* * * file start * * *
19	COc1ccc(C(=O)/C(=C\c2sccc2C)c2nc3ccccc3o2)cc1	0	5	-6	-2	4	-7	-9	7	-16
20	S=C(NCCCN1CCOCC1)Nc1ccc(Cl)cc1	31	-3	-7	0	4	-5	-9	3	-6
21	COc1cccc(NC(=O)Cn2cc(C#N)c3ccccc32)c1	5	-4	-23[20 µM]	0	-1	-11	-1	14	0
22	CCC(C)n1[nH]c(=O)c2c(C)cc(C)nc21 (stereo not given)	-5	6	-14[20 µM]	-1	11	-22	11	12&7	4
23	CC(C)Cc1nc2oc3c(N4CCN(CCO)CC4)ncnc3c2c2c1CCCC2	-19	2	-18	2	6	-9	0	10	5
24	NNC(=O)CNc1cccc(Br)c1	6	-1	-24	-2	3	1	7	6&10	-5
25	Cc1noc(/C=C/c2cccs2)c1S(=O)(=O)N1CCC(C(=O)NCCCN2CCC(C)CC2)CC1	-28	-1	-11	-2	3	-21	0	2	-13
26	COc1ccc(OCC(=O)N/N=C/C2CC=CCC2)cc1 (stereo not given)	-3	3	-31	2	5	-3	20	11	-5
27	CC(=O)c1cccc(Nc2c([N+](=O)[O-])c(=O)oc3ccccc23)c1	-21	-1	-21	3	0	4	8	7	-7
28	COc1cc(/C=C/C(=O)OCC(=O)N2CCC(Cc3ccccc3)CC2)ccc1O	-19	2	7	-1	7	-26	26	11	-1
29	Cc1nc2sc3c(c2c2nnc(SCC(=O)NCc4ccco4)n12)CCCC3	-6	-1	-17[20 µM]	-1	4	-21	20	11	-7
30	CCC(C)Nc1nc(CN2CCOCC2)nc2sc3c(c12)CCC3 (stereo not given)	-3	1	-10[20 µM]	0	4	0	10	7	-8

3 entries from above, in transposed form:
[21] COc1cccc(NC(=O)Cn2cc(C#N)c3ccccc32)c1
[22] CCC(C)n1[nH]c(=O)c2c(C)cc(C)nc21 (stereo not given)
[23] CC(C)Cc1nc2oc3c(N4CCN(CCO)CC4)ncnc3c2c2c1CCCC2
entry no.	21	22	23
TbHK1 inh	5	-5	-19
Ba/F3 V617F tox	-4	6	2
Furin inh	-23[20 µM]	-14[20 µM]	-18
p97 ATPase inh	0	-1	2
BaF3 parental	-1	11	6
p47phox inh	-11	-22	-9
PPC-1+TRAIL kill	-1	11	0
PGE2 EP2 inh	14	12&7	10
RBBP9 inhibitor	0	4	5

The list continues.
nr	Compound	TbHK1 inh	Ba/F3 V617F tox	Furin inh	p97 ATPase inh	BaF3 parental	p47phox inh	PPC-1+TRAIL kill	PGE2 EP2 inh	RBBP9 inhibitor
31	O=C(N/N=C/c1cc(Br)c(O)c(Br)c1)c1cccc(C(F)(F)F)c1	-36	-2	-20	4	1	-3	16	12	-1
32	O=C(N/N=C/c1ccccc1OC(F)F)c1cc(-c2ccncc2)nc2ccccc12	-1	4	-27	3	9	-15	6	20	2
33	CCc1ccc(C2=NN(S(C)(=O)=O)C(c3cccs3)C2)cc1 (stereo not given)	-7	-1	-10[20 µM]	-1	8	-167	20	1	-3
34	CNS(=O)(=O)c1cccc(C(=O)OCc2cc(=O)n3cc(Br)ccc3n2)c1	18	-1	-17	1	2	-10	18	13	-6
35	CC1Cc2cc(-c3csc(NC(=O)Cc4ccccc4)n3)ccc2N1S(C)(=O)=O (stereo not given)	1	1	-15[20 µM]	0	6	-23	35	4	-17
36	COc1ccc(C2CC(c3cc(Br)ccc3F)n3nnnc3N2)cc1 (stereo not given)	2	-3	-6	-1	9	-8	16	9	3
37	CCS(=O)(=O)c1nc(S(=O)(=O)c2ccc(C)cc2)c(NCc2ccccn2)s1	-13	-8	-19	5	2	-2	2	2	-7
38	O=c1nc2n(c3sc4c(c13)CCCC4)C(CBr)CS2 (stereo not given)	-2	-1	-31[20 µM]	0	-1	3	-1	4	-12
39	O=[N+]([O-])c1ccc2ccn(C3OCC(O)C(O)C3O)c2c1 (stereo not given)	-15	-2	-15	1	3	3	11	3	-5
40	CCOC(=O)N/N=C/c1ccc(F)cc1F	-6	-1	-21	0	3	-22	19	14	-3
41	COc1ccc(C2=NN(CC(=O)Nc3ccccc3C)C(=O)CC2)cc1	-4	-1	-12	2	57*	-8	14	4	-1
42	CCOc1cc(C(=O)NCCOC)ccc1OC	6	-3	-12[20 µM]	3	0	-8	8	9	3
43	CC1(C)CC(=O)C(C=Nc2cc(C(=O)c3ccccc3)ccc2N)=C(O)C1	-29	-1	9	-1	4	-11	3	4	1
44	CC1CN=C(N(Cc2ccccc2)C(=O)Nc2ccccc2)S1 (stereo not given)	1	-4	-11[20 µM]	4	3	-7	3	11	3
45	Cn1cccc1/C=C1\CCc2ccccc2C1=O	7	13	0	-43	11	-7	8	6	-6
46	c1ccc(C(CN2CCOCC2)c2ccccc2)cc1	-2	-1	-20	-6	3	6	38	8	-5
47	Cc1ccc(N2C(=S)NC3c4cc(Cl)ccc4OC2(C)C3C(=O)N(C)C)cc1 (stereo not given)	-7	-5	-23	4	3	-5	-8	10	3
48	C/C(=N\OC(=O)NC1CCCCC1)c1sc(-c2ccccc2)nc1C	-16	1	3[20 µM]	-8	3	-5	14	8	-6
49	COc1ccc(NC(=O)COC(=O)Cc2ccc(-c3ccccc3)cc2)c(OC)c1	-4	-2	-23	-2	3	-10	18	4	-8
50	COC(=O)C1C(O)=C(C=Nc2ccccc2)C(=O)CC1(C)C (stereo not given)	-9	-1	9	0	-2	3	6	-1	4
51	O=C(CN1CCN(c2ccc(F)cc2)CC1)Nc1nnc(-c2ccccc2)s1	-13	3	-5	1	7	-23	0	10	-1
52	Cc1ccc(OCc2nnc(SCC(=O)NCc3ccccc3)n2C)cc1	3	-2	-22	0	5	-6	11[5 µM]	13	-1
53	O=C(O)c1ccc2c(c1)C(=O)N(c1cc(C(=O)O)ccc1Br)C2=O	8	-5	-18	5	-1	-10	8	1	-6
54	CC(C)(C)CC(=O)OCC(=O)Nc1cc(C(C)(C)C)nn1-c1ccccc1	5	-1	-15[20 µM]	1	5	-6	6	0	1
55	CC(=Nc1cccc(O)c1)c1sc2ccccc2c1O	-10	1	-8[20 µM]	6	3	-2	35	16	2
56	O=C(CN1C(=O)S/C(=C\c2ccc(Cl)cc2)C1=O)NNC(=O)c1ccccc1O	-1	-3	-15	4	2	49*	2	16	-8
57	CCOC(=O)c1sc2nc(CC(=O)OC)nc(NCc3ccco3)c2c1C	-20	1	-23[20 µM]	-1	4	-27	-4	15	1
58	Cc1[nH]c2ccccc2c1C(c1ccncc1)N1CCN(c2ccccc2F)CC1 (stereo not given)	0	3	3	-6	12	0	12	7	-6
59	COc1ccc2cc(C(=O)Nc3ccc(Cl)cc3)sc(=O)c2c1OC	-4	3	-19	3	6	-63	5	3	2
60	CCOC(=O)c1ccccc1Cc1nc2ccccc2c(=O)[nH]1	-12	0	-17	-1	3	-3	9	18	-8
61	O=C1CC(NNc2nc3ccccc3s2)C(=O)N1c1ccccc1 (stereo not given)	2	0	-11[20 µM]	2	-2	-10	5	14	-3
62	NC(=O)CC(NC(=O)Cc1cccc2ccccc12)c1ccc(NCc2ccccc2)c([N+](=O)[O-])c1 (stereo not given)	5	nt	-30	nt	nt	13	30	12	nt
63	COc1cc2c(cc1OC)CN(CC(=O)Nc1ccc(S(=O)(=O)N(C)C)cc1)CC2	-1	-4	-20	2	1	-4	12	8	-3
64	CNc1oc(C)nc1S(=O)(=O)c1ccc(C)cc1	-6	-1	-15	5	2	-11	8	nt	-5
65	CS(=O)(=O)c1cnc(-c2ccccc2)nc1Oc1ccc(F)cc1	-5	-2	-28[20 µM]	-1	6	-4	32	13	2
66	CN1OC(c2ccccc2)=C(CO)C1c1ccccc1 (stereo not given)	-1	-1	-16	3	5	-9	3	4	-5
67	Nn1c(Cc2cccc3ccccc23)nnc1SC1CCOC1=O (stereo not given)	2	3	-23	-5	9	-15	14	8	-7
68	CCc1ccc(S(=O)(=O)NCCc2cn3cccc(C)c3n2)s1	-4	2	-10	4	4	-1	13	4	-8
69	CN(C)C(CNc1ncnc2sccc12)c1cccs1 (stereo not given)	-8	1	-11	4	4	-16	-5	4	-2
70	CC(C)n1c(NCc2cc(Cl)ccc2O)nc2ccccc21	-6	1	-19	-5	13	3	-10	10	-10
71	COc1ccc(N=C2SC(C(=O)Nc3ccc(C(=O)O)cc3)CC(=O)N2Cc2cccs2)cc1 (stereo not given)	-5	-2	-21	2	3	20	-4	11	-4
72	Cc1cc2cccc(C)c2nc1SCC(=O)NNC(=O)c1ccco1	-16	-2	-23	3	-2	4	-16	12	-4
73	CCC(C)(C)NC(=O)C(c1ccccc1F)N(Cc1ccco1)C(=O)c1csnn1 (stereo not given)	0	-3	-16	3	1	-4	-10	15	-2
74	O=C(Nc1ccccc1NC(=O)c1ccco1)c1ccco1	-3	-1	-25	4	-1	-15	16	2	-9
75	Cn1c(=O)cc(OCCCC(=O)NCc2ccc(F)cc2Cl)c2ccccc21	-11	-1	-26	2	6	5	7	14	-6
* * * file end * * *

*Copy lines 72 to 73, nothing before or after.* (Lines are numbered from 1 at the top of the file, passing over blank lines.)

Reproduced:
74	O=C(Nc1ccccc1NC(=O)c1ccco1)c1ccco1	-3	-1	-25	4	-1	-15	16	2	-9
75	Cn1c(=O)cc(OCCCC(=O)NCc2ccc(F)cc2Cl)c2ccccc21	-11	-1	-26	2	6	5	7	14	-6